A Catalogue of the Collection of Tracts for and Against Popery: (published in Or about the Reign of James II.) in the Manchester Library Founded by Humphrey Chetham, in which is Incorporated, with Large Additions and Bibliographical Notes, the Whole of Peck's List of the Tracts in that Controversy, with His References. To which are Added a Tabular Index to the Tracts in Both Editions of Gibson's Preservative, and a Reprint of Didd's Certamen Utriusque Ecclesiĉ
The Chetham society, 1859
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Page 33 - THE TENURE OF KINGS AND MAGISTRATES. PROVING That it is lawful, and hath been held so through all ages, for any, who have the power, to call to account a TYRANT, or wicked KING, and, after due conviction, to depose, and put him to death; if the ordinary MAGISTRATE have neglected, or denied to do it.
Page 51 - A declaration of the causes mooving the Queene of England to give aide to the defence of the people afflicted and oppressed in the lowe Countries.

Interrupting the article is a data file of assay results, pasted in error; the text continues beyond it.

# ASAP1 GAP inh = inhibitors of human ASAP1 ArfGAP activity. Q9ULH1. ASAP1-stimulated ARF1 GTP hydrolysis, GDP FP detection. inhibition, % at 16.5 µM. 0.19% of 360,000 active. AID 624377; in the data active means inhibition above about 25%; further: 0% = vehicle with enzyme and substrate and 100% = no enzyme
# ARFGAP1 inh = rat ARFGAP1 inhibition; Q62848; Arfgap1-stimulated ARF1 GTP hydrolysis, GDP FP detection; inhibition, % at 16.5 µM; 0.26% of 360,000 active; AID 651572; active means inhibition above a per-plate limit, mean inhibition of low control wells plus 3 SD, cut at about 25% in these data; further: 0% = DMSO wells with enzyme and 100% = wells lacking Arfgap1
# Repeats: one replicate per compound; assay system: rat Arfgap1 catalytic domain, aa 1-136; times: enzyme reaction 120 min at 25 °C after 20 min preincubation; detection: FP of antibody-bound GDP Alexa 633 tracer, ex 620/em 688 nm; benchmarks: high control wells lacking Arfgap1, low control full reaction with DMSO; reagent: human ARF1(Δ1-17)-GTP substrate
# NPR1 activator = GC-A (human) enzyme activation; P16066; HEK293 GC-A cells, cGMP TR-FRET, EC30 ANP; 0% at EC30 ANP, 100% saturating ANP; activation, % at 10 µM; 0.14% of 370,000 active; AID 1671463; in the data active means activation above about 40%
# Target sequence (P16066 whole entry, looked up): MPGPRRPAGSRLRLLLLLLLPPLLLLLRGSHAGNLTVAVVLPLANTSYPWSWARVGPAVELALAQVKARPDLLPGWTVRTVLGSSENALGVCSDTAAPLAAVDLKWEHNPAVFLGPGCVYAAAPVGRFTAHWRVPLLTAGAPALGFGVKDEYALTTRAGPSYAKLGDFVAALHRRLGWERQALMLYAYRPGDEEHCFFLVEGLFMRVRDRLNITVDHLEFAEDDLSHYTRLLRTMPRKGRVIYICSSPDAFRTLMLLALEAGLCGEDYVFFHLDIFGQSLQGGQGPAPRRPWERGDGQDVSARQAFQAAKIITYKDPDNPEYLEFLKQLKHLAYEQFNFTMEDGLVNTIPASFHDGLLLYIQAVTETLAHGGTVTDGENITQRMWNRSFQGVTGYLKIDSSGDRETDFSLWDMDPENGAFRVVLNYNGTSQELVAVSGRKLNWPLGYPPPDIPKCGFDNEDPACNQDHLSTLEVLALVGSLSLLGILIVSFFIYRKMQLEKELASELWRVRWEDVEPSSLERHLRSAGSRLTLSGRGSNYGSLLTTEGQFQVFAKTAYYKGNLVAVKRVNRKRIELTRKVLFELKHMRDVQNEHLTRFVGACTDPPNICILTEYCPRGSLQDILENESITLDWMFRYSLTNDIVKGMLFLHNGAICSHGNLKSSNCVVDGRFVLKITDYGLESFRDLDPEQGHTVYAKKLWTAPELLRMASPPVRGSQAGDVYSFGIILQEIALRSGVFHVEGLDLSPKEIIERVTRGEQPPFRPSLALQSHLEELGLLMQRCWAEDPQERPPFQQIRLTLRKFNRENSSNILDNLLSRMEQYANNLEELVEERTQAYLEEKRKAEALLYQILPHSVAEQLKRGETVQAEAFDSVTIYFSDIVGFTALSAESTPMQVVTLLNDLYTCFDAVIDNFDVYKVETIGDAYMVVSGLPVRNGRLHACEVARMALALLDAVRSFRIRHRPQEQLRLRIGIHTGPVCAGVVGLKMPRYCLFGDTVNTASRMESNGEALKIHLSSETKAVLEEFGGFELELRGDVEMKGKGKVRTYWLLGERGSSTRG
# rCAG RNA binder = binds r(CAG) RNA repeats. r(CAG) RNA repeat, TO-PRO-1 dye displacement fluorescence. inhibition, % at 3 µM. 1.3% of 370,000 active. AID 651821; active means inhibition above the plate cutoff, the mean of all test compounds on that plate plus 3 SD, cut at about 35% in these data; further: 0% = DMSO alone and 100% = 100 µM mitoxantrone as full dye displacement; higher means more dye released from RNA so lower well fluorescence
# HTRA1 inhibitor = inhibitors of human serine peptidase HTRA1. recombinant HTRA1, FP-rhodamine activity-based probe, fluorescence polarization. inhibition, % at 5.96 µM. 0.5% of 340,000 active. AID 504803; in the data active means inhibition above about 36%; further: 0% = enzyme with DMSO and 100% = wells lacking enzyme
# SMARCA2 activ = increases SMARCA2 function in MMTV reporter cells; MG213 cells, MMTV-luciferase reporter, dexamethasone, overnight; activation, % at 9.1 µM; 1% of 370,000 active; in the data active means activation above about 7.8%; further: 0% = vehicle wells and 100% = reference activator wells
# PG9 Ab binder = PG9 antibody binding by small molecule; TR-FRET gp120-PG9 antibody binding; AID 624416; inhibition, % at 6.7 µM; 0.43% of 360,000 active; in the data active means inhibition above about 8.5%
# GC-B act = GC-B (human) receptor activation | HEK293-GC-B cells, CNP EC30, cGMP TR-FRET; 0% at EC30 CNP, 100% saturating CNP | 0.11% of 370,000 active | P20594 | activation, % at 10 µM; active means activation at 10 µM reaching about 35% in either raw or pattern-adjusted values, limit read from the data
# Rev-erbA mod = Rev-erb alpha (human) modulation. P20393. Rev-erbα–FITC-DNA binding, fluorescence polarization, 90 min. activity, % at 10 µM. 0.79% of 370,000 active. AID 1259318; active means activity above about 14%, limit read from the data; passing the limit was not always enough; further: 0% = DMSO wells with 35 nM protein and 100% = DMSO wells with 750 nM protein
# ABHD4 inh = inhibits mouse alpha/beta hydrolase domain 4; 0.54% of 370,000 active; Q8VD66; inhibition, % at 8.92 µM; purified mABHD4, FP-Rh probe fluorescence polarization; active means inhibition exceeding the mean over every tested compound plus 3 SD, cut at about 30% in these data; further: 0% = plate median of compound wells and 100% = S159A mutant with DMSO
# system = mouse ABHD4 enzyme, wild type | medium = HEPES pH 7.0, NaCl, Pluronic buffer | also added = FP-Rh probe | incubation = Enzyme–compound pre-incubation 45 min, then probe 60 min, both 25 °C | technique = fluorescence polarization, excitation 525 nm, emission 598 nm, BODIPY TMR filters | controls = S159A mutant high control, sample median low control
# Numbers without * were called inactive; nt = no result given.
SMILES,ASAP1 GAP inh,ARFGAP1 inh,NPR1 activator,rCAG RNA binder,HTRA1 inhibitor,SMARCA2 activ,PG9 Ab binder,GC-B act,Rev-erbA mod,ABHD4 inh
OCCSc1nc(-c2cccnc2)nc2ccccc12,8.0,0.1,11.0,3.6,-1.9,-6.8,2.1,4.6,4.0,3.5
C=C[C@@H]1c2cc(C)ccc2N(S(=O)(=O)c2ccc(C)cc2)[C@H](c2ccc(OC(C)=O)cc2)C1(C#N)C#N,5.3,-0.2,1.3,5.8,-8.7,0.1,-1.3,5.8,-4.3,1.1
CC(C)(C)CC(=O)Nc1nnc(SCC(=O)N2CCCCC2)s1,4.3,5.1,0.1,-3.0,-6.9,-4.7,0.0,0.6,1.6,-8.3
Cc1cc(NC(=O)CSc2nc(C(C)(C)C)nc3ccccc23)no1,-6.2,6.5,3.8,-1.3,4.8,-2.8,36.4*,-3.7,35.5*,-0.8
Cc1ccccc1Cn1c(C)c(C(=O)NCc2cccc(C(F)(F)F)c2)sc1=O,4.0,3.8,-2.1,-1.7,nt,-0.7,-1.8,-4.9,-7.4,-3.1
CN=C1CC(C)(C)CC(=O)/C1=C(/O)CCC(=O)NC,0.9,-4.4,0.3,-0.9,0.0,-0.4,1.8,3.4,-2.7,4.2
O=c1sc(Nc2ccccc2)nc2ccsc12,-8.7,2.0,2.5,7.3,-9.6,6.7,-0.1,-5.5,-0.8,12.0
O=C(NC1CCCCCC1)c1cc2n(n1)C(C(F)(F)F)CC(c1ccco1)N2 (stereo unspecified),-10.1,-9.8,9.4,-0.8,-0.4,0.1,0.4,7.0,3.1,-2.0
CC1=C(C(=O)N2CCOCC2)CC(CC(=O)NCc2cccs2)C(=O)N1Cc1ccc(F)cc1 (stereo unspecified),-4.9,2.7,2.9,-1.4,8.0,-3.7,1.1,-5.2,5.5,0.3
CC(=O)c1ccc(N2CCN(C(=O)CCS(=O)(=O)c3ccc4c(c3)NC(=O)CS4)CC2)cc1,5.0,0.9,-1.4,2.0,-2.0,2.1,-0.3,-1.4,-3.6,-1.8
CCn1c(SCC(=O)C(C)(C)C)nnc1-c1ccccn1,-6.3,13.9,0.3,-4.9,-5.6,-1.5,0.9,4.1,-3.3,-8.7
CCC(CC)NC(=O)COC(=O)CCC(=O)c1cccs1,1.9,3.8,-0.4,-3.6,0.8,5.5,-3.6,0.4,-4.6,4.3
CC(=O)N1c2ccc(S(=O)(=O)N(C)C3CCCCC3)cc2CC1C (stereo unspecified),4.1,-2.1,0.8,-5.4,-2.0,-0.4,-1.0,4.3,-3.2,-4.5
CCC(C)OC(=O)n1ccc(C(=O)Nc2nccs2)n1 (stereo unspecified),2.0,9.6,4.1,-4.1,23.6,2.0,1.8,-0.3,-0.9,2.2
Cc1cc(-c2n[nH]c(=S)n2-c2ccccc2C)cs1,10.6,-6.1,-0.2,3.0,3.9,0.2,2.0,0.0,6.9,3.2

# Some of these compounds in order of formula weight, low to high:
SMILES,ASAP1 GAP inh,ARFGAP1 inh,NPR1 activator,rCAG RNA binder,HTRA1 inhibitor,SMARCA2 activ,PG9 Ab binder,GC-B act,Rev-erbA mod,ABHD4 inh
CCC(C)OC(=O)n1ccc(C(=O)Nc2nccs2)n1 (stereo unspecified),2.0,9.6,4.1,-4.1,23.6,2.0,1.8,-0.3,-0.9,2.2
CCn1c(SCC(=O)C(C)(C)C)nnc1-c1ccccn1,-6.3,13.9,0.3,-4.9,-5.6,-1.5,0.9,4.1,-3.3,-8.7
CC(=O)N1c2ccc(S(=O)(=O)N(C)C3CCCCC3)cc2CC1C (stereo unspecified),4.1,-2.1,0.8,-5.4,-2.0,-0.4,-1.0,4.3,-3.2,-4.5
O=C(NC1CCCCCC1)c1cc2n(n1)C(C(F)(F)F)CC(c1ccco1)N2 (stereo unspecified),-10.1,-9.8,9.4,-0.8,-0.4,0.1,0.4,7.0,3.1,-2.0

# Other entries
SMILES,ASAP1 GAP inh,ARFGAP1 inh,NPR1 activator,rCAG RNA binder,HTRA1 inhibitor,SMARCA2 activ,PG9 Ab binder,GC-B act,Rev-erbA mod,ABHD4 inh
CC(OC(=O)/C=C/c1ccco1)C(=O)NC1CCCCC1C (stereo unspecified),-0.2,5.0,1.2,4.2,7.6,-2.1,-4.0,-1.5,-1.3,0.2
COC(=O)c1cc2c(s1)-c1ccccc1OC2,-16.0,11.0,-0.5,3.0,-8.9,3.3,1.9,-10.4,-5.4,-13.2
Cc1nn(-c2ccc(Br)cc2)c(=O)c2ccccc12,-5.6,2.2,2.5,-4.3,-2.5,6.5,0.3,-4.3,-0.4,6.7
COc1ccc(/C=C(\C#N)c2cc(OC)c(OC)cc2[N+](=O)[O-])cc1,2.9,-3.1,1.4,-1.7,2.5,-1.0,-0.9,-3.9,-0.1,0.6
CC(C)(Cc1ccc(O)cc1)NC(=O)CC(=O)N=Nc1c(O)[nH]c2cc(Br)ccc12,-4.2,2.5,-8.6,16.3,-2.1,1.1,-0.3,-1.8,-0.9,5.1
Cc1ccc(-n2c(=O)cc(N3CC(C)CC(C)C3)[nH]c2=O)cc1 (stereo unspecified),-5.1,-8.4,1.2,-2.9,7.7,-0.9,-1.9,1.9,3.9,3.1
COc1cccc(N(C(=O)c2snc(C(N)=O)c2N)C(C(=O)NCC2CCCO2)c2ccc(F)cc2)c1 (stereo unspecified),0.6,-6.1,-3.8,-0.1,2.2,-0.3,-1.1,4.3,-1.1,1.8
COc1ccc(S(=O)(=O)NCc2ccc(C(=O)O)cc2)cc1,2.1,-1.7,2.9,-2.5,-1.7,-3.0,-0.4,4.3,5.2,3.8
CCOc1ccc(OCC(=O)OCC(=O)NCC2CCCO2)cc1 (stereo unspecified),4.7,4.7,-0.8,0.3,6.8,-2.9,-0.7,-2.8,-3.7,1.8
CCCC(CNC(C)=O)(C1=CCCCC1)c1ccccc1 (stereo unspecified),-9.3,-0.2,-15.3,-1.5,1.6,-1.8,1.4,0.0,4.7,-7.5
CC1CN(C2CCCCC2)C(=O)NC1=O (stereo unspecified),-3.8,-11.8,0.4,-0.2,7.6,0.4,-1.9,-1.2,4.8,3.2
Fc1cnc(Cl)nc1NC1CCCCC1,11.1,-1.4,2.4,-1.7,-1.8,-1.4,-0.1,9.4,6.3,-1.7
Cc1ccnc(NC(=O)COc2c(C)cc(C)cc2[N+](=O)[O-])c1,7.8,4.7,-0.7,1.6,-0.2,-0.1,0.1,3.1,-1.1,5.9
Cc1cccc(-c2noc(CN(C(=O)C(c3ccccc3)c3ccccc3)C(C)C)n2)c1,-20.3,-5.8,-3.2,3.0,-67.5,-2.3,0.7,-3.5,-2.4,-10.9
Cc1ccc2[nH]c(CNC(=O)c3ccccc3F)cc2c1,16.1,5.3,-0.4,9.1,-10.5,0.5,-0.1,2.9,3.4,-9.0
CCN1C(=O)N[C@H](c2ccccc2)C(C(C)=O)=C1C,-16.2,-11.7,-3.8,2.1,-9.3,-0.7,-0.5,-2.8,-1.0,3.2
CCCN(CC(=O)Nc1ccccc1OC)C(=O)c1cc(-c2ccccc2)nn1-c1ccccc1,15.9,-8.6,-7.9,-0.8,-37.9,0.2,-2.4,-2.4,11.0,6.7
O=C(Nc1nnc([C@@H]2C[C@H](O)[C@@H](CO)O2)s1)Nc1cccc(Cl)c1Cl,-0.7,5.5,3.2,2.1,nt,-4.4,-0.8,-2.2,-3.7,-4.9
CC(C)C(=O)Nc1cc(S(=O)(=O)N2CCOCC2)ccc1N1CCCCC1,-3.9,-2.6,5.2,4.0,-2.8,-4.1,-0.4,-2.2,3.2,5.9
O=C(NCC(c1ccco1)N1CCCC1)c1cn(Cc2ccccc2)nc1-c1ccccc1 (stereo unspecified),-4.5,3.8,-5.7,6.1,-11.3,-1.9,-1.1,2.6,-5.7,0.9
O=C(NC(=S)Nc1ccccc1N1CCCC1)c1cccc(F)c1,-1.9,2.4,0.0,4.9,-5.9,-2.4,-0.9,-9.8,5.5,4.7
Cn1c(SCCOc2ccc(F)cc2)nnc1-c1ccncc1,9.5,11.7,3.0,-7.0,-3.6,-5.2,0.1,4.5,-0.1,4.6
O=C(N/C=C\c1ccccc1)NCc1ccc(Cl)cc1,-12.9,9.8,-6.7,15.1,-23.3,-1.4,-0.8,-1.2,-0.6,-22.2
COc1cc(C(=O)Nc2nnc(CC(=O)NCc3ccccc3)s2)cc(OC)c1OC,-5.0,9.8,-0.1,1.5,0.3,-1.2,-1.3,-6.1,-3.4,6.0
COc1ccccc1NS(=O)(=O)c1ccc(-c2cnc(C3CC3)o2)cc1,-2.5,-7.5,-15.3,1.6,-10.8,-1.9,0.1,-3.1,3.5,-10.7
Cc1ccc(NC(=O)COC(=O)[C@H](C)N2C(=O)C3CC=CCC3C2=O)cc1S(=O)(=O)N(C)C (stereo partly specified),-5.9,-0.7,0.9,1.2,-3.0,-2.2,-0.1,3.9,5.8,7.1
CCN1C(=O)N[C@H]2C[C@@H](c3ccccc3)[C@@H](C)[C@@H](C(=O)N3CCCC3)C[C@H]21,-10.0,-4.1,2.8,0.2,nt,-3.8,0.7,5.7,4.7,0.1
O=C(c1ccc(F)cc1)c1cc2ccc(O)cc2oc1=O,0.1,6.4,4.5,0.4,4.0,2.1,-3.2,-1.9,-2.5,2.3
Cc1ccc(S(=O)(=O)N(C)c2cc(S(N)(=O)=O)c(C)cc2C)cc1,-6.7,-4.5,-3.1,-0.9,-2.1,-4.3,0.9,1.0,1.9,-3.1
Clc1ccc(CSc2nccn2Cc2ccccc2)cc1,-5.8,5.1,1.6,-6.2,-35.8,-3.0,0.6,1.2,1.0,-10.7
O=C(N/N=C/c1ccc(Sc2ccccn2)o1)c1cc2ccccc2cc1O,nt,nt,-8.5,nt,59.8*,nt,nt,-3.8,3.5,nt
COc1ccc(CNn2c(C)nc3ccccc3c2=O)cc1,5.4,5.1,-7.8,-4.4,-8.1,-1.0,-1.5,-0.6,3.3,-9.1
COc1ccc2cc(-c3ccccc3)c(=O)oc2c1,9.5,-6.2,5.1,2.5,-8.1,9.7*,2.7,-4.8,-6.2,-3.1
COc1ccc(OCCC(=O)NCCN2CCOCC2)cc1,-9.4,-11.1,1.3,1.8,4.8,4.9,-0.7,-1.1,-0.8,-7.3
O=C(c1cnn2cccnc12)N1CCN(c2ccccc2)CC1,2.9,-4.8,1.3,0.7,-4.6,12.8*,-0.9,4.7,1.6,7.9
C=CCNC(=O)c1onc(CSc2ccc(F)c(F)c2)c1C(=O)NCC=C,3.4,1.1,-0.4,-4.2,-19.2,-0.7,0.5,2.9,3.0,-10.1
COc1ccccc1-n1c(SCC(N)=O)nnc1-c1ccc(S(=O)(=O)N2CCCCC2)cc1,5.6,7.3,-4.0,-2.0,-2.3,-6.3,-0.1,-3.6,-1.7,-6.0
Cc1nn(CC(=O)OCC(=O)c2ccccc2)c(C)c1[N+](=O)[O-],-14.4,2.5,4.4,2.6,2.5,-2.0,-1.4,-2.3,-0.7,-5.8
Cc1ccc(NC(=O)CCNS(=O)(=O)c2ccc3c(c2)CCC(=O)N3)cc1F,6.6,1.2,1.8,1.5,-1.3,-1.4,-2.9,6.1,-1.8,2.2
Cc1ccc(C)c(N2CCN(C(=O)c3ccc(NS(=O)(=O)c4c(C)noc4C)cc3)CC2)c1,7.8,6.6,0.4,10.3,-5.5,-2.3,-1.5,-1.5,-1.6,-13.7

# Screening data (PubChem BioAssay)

Page 176 - THE LITERARY POLICY of the CHURCH of ROME exhibited, in an Account of her Damnatory Catalogues or Indexes, both Prohibitory and Expurgatory, with various illustrative Extracts, Anecdotes, and Remarks.
Page 70 - Answer to a Letter from a Gentleman in the Country to his Friend in Town.
Page 68 - Men whose life, learning, faith, and pure intent Would have been held in high esteem with Paul, Must now be named and printed heretics By shallow Edwards and Scotch What d'ye call.
Page 231 - Remarks upon the ecclesiastical history of the ancient Churches of the Albigenses,
Page 63 - Foxes and Firebrands; or a specimen of the danger and harmony of popery and separation ; wherein is proved from unde.
Page 78 - In the first place, we do declare that we will protect and maintain our archbishops, bishops, and clergy, and all other our subjects of the Church of England in the free exercise of their religion as by law established, and in the quiet and full enjoyment of all their possessions, without any molestation or disturbance whatsoever.